If My Country Were a Garden
I’m not an intellectual.
Friends send me urgent New York Times articles about current events, and I skim them, consumed with guilt and shame because I know — I know! ‒ this is critical stuff. That we are teetering precariously at a pivotal moment. I wish I were more highbrow, that I had the interest and ability to thoughtfully compare and analyze relevant facts, to truly understand historical references, to argue and debate. But I don’t.
When I try to focus ‒ to concentrate, damn it! ‒ on the news, as dire as it is, my mind drifts into daydreams of my next outdoor project. What might need pruning or watering. What might be ready to bloom or harvest.
I’m a gardener, not a scholar.
My favorite places are half-wild: shaded and sheltered by towering trees, thick with overgrown shrubs, dense with perennials and reseeding annuals. They hop with birds, buzz with bees, flutter with butterflies. These places are like our country at its best: a colorful, complex, diverse, multi-layered haven for natives and immigrants, artists and administrators and accountants, outlaws and conformists, church-goers, pagans, and atheists all chattering and scolding one another, scurrying about their lives.
Even the best gardens have a few weeds, which after all, are just plants you didn’t intend to include.
Weeds are pests that pop up, unbidden, into your envisioned paradise. Some are innocuous. Oxalis, with its peppery stems and cheerful yellow blossoms, smothers your groundcovers and then has the grace to die back till next year. Reseeding annuals like sweet-smelling alyssum or sky blue forget-me-nots insinuate themselves into your affections with a rogue’s charm as you pluck them from the path. Even mint has redeeming qualities, its sharp refreshing scent compensating for its unapologetic ambitions.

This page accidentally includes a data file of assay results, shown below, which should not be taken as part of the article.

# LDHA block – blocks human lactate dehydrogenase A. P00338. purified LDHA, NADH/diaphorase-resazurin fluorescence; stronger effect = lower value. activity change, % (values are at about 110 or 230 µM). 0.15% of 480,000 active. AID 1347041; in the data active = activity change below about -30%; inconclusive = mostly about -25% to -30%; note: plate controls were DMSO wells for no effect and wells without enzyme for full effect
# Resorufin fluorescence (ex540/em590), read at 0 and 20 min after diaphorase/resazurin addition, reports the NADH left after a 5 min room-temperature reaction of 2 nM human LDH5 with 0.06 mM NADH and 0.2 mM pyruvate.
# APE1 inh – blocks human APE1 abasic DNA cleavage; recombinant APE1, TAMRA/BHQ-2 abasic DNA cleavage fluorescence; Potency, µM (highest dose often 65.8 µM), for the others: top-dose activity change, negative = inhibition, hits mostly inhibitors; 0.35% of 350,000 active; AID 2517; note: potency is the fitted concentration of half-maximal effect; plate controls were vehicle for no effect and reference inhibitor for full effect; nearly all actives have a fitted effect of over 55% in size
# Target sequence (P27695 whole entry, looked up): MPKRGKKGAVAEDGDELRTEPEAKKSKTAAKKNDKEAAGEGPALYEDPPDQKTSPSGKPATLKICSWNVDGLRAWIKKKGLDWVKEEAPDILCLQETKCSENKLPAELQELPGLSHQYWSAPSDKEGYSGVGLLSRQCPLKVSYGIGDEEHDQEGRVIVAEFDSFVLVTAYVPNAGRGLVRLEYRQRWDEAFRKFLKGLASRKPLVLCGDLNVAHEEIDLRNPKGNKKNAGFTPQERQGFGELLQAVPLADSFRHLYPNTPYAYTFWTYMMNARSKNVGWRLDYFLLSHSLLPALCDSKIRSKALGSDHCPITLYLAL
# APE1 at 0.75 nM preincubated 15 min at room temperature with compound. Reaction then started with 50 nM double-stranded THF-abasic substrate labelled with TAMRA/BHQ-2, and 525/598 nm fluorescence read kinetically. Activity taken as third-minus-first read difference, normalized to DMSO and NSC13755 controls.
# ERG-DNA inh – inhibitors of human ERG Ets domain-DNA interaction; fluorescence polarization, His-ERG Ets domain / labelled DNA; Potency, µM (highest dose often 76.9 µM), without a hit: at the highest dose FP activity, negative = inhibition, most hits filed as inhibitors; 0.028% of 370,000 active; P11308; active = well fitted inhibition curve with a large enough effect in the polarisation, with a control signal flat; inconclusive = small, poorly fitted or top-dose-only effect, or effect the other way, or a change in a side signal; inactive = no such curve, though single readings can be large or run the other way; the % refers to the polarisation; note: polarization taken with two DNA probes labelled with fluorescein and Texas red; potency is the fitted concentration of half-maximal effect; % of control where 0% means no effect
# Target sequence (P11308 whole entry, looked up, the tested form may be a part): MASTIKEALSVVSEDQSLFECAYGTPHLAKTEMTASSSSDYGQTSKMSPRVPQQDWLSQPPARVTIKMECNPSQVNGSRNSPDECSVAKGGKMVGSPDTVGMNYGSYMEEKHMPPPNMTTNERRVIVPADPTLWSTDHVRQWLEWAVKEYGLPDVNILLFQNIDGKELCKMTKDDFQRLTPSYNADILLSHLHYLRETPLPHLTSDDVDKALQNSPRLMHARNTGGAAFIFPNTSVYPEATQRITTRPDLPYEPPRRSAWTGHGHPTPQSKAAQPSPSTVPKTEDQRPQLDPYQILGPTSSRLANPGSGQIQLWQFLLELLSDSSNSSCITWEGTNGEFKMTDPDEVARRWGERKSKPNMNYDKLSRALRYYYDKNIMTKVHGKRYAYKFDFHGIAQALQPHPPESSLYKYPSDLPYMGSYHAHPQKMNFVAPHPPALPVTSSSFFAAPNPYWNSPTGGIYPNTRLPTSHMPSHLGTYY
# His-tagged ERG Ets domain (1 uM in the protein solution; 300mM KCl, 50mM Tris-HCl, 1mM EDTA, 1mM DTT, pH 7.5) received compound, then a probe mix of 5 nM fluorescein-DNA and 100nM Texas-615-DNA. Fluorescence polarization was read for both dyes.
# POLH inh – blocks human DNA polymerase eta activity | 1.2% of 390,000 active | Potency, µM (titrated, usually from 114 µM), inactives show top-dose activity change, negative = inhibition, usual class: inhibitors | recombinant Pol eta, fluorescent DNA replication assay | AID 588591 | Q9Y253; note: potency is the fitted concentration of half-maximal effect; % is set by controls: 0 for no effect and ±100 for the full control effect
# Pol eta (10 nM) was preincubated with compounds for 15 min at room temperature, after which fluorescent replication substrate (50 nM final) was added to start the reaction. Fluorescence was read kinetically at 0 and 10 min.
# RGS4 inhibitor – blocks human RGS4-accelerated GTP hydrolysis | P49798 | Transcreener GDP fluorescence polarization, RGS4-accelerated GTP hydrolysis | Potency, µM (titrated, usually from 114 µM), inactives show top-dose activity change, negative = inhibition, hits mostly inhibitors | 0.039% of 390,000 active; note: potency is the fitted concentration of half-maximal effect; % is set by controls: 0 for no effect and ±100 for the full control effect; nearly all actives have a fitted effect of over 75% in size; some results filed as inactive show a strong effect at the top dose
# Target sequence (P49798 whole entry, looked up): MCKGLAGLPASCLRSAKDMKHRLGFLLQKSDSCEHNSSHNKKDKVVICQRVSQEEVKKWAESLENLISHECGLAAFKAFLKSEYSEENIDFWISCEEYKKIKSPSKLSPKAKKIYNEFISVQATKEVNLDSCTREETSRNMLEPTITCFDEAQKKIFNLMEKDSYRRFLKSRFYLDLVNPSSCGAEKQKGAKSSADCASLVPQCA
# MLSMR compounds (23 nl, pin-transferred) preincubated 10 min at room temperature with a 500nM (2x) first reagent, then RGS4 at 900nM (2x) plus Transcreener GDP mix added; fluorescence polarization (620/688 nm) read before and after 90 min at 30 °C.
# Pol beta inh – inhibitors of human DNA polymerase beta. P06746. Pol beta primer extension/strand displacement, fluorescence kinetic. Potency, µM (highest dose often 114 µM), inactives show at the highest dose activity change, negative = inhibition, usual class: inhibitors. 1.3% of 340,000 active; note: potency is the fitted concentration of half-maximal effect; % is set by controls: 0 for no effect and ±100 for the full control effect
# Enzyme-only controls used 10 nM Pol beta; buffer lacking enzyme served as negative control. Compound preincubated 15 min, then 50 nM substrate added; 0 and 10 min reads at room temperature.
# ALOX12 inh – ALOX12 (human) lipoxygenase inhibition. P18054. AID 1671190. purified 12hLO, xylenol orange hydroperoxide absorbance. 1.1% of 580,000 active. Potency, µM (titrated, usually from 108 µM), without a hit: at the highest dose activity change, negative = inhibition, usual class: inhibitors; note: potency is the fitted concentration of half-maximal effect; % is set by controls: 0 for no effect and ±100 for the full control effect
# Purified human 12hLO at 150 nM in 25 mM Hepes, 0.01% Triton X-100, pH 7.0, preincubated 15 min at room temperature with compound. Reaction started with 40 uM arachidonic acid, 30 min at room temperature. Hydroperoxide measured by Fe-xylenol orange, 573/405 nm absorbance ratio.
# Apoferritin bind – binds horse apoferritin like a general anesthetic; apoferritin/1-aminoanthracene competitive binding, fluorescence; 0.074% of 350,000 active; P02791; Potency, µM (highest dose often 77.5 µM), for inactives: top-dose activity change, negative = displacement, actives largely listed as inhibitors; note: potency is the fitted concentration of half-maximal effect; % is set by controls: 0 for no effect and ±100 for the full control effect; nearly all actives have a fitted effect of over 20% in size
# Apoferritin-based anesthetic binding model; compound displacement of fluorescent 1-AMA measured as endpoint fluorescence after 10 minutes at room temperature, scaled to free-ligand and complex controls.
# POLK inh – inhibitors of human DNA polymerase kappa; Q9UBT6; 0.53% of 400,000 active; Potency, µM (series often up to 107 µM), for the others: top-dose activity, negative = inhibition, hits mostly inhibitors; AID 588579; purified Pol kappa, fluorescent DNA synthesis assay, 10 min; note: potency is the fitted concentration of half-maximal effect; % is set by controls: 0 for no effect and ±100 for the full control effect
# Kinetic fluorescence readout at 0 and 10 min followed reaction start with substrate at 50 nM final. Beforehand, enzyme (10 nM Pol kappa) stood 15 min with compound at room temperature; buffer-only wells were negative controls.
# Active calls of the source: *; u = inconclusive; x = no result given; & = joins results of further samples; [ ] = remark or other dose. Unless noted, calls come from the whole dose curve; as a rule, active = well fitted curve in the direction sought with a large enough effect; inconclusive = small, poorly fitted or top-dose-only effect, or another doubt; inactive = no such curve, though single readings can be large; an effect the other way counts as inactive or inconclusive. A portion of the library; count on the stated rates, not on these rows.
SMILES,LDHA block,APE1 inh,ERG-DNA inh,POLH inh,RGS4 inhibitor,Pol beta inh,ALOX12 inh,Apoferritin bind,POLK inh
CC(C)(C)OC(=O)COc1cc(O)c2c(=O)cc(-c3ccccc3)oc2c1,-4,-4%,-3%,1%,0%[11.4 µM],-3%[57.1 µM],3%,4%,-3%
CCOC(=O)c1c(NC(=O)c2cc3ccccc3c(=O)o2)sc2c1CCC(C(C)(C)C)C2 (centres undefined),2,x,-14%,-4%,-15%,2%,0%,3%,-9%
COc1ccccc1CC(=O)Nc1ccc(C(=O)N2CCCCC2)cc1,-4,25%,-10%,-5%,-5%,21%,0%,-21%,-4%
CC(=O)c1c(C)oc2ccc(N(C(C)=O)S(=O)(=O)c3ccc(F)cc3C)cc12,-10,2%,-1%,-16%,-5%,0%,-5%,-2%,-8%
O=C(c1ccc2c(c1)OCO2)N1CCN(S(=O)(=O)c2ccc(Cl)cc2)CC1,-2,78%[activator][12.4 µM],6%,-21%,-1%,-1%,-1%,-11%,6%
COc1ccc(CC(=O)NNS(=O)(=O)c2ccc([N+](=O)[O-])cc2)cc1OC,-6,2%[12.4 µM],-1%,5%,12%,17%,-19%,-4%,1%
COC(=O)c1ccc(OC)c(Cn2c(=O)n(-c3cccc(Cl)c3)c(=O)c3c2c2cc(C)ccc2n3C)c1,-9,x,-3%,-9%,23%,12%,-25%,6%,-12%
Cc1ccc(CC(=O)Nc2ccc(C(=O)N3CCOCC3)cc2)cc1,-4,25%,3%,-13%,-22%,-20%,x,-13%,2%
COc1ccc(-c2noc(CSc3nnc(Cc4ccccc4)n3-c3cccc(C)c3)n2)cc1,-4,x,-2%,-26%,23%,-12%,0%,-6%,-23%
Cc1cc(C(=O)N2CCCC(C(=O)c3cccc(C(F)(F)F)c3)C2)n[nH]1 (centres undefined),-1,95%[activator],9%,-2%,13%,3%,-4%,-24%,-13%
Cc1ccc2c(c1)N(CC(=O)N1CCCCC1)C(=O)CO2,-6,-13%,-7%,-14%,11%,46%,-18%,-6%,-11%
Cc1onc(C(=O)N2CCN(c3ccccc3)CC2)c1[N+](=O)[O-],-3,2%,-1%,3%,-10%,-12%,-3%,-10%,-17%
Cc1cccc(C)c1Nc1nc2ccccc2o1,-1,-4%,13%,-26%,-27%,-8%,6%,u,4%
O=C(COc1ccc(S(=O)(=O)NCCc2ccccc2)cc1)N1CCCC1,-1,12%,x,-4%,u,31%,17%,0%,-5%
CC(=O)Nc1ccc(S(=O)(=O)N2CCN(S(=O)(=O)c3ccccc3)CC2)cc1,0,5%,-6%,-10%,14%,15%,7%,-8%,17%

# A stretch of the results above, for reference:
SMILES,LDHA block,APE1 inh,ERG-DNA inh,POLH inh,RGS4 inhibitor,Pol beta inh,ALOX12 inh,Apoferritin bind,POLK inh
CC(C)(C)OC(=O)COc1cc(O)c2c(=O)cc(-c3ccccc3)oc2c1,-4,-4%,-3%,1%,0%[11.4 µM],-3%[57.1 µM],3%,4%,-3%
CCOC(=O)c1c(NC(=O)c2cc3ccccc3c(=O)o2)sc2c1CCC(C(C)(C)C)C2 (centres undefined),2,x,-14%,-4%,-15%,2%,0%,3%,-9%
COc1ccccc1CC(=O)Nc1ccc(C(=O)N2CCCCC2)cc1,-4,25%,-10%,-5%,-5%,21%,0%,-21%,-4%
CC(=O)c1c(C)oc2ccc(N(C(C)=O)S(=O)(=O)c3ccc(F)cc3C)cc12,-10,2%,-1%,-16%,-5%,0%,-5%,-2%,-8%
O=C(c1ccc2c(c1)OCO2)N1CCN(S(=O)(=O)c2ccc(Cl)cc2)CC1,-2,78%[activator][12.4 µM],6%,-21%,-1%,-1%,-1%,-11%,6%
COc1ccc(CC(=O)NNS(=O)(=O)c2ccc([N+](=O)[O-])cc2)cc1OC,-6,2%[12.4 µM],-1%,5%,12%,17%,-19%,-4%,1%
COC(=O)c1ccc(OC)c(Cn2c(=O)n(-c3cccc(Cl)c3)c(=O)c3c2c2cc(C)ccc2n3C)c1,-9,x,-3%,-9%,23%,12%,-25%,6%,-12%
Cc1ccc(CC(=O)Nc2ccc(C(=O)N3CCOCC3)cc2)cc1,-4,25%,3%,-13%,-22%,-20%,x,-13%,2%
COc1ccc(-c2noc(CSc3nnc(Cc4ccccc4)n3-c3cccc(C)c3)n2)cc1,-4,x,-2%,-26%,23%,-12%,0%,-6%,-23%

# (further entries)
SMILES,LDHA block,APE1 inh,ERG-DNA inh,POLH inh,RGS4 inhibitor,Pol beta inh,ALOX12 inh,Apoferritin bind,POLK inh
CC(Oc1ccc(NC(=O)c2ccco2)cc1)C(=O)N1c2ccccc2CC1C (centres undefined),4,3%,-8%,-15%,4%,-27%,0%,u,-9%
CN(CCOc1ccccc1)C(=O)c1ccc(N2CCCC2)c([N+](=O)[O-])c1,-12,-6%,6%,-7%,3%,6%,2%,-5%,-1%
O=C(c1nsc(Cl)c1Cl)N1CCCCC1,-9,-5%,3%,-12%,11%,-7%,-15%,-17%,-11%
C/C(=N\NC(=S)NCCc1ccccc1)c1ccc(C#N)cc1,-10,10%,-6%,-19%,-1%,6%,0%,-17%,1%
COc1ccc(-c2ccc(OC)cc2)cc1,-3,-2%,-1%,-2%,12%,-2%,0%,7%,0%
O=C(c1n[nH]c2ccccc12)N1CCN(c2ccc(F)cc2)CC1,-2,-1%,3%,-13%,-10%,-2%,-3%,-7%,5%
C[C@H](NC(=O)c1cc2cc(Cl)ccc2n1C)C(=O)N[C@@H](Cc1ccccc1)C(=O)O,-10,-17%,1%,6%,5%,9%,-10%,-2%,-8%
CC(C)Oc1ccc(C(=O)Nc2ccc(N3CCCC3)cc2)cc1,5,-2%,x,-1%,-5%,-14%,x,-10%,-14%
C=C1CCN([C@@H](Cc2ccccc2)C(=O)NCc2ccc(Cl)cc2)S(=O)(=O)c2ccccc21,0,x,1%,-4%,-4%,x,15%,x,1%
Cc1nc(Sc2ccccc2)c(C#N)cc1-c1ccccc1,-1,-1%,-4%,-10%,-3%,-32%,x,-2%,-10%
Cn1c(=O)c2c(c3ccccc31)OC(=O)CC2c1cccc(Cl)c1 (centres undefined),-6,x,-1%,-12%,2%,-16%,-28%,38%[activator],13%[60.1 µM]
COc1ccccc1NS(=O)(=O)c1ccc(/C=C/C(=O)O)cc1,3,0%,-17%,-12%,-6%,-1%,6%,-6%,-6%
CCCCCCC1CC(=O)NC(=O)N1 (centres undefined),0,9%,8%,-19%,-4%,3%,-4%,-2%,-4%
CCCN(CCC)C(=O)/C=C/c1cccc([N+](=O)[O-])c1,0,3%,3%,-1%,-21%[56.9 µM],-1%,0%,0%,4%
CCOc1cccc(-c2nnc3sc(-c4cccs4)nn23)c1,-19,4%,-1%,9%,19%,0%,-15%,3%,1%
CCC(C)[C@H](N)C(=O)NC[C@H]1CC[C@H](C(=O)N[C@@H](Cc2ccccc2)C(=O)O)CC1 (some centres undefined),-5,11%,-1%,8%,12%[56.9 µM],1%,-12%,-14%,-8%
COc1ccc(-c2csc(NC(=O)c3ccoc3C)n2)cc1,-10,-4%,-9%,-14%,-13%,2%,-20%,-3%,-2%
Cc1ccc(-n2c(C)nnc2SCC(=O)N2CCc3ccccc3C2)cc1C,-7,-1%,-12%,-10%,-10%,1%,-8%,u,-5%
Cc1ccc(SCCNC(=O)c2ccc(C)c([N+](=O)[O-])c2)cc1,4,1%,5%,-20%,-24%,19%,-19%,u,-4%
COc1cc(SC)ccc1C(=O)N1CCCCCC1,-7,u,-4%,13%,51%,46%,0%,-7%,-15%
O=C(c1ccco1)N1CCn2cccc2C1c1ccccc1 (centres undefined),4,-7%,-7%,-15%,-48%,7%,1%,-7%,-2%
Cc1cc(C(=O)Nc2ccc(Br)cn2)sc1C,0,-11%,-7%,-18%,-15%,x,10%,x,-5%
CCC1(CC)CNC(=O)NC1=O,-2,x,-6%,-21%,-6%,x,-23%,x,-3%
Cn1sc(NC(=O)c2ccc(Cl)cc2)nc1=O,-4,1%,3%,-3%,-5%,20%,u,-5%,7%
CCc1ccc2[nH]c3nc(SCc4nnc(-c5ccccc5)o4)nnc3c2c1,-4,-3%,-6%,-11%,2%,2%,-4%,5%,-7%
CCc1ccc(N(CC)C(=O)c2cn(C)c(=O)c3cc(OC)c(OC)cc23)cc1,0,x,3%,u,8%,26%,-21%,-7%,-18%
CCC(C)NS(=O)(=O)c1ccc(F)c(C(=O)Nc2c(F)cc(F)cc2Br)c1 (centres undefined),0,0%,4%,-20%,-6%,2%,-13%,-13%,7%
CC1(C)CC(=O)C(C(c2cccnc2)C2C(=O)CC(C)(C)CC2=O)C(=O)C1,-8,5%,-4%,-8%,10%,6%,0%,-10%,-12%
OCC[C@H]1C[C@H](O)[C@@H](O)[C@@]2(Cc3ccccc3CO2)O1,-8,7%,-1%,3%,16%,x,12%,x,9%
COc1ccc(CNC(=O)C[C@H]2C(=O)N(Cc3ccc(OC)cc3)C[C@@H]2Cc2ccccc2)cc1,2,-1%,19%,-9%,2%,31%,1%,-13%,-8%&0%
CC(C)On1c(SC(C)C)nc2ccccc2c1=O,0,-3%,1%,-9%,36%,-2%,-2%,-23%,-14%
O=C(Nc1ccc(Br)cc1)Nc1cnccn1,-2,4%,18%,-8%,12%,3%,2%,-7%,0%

Certain weeds, though, are downright sinister, single-mindedly smothering one’s darlings like an invading fascist monoculture. Blackberries engulf my favorite climbing rose, glossy privets muscle out the flowering cherry, a scourge of ivy consumes the pansies.
Where I garden, the most intractable invader is Bermuda grass. The roots of this pernicious pest can extend as deep as six feet into the soil; I’m surprised it hasn’t overrun the whole world. Eradication isn’t an option: a single jointed rhizome remaining after a cleansing purge can reestablish an entirely new infestation. Dig it, burn it, cover it with plastic, even spray it with herbicide, once you have Bermuda, you will battle it forever. Your best hope is suppression.
The Boys-Who-Should-Be-Ashamed and their ilk are the Bermuda grass of our fertile garden nation.
The folks who defiled the Capitol last week weren’t planted by the founding fathers. These people snuck in from the darkest corners of the human psyche and took root while we weren’t looking.
We’ve always had infestations here and there, but until recently these human weeds seemed largely dormant. Now it appears they have the potential to choke out everything we ever tended and loved. We should have been looking, but we didn’t want to. Now we have to, because we can’t unsee what we saw. Those images of sacrilege and mayhem, the wanton violation of our most sacred democratic principles. We’ll never rid ourselves entirely of Bermuda grass or its terrifying human counterpart, those who would choke out the rule of law. But it’s time to get in there with our shovel.
Bermuda grass thrives where desertification occurs.
Strip the soil of its fertility and remove competing greenery, and you’ve created ideal conditions for its hostile takeover. To combat it, we must enrich the soil of our critical thinking and plant new forests of tolerance, empathy, and respect. Above all, we must be vigilant. Hatred is not a weed any of us, intellectuals or gardeners, can turn our backs on.